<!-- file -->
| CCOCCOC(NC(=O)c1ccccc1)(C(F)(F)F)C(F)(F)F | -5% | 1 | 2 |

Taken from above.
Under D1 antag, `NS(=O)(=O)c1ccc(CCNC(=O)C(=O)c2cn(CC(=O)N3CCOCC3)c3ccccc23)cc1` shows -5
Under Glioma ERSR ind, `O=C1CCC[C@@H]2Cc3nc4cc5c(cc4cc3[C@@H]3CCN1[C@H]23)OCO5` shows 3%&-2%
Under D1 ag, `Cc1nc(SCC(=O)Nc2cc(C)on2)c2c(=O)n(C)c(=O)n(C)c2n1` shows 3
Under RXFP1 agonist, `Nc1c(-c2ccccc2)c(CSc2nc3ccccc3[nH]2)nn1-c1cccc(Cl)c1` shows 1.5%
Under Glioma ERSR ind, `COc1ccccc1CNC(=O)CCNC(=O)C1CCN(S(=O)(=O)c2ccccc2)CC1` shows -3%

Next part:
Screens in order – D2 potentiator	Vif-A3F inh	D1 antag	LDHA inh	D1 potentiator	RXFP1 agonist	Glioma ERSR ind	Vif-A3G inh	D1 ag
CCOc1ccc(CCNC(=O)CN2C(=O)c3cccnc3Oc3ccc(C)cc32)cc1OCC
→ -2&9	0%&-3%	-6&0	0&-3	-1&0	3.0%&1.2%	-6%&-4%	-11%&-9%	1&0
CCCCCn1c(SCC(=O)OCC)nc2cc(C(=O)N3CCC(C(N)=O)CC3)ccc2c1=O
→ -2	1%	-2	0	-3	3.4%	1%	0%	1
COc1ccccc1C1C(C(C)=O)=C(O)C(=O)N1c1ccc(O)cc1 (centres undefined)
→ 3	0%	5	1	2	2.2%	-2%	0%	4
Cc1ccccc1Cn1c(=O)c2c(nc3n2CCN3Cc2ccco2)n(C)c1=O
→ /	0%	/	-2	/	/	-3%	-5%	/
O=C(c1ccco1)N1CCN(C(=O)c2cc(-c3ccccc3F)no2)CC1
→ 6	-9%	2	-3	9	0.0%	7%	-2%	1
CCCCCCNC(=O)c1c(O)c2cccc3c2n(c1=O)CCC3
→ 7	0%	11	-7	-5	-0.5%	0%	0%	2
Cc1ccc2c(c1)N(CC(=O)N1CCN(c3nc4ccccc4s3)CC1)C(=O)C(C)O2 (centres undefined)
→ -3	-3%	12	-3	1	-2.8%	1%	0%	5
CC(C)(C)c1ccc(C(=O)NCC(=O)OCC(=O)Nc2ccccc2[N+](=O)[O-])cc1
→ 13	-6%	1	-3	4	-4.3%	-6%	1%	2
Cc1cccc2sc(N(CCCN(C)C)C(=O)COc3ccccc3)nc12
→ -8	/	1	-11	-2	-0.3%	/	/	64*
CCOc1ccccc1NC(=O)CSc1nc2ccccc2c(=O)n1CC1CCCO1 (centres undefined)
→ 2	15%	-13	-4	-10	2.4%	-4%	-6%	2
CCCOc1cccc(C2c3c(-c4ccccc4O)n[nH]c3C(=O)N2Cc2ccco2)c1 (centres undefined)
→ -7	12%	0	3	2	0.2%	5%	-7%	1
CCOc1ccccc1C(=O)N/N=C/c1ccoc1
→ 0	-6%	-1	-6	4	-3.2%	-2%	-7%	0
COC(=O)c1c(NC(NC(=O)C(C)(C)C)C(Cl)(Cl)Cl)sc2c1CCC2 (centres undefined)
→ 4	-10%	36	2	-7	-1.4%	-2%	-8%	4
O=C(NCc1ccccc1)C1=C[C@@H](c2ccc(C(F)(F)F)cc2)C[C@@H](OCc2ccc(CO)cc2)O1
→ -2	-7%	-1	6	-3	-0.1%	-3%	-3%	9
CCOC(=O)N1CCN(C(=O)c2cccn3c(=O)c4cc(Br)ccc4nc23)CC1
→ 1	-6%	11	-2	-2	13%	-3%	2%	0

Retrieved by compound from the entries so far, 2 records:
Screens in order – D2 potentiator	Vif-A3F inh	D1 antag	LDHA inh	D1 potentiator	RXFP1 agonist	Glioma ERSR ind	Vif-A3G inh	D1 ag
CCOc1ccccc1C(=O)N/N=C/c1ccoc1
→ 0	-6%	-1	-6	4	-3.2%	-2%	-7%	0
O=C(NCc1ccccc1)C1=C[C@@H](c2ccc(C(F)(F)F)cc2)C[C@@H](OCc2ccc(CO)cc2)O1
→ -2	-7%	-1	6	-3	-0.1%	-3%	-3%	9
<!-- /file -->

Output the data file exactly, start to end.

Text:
| CCOCCOC(NC(=O)c1ccccc1)(C(F)(F)F)C(F)(F)F | -5% | 1 | 2 |

Taken from above.
Under D1 antag, `NS(=O)(=O)c1ccc(CCNC(=O)C(=O)c2cn(CC(=O)N3CCOCC3)c3ccccc23)cc1` shows -5
Under Glioma ERSR ind, `O=C1CCC[C@@H]2Cc3nc4cc5c(cc4cc3[C@@H]3CCN1[C@H]23)OCO5` shows 3%&-2%
Under D1 ag, `Cc1nc(SCC(=O)Nc2cc(C)on2)c2c(=O)n(C)c(=O)n(C)c2n1` shows 3
Under RXFP1 agonist, `Nc1c(-c2ccccc2)c(CSc2nc3ccccc3[nH]2)nn1-c1cccc(Cl)c1` shows 1.5%
Under Glioma ERSR ind, `COc1ccccc1CNC(=O)CCNC(=O)C1CCN(S(=O)(=O)c2ccccc2)CC1` shows -3%

Next part:
Screens in order – D2 potentiator	Vif-A3F inh	D1 antag	LDHA inh	D1 potentiator	RXFP1 agonist	Glioma ERSR ind	Vif-A3G inh	D1 ag
CCOc1ccc(CCNC(=O)CN2C(=O)c3cccnc3Oc3ccc(C)cc32)cc1OCC
→ -2&9	0%&-3%	-6&0	0&-3	-1&0	3.0%&1.2%	-6%&-4%	-11%&-9%	1&0
CCCCCn1c(SCC(=O)OCC)nc2cc(C(=O)N3CCC(C(N)=O)CC3)ccc2c1=O
→ -2	1%	-2	0	-3	3.4%	1%	0%	1
COc1ccccc1C1C(C(C)=O)=C(O)C(=O)N1c1ccc(O)cc1 (centres undefined)
→ 3	0%	5	1	2	2.2%	-2%	0%	4
Cc1ccccc1Cn1c(=O)c2c(nc3n2CCN3Cc2ccco2)n(C)c1=O
→ /	0%	/	-2	/	/	-3%	-5%	/
O=C(c1ccco1)N1CCN(C(=O)c2cc(-c3ccccc3F)no2)CC1
→ 6	-9%	2	-3	9	0.0%	7%	-2%	1
CCCCCCNC(=O)c1c(O)c2cccc3c2n(c1=O)CCC3
→ 7	0%	11	-7	-5	-0.5%	0%	0%	2
Cc1ccc2c(c1)N(CC(=O)N1CCN(c3nc4ccccc4s3)CC1)C(=O)C(C)O2 (centres undefined)
→ -3	-3%	12	-3	1	-2.8%	1%	0%	5
CC(C)(C)c1ccc(C(=O)NCC(=O)OCC(=O)Nc2ccccc2[N+](=O)[O-])cc1
→ 13	-6%	1	-3	4	-4.3%	-6%	1%	2
Cc1cccc2sc(N(CCCN(C)C)C(=O)COc3ccccc3)nc12
→ -8	/	1	-11	-2	-0.3%	/	/	64*
CCOc1ccccc1NC(=O)CSc1nc2ccccc2c(=O)n1CC1CCCO1 (centres undefined)
→ 2	15%	-13	-4	-10	2.4%	-4%	-6%	2
CCCOc1cccc(C2c3c(-c4ccccc4O)n[nH]c3C(=O)N2Cc2ccco2)c1 (centres undefined)
→ -7	12%	0	3	2	0.2%	5%	-7%	1
CCOc1ccccc1C(=O)N/N=C/c1ccoc1
→ 0	-6%	-1	-6	4	-3.2%	-2%	-7%	0
COC(=O)c1c(NC(NC(=O)C(C)(C)C)C(Cl)(Cl)Cl)sc2c1CCC2 (centres undefined)
→ 4	-10%	36	2	-7	-1.4%	-2%	-8%	4
O=C(NCc1ccccc1)C1=C[C@@H](c2ccc(C(F)(F)F)cc2)C[C@@H](OCc2ccc(CO)cc2)O1
→ -2	-7%	-1	6	-3	-0.1%	-3%	-3%	9
CCOC(=O)N1CCN(C(=O)c2cccn3c(=O)c4cc(Br)ccc4nc23)CC1
→ 1	-6%	11	-2	-2	13%	-3%	2%	0

Retrieved by compound from the entries so far, 2 records:
Screens in order – D2 potentiator	Vif-A3F inh	D1 antag	LDHA inh	D1 potentiator	RXFP1 agonist	Glioma ERSR ind	Vif-A3G inh	D1 ag
CCOc1ccccc1C(=O)N/N=C/c1ccoc1
→ 0	-6%	-1	-6	4	-3.2%	-2%	-7%	0
O=C(NCc1ccccc1)C1=C[C@@H](c2ccc(C(F)(F)F)cc2)C[C@@H](OCc2ccc(CO)cc2)O1
→ -2	-7%	-1	6	-3	-0.1%	-3%	-3%	9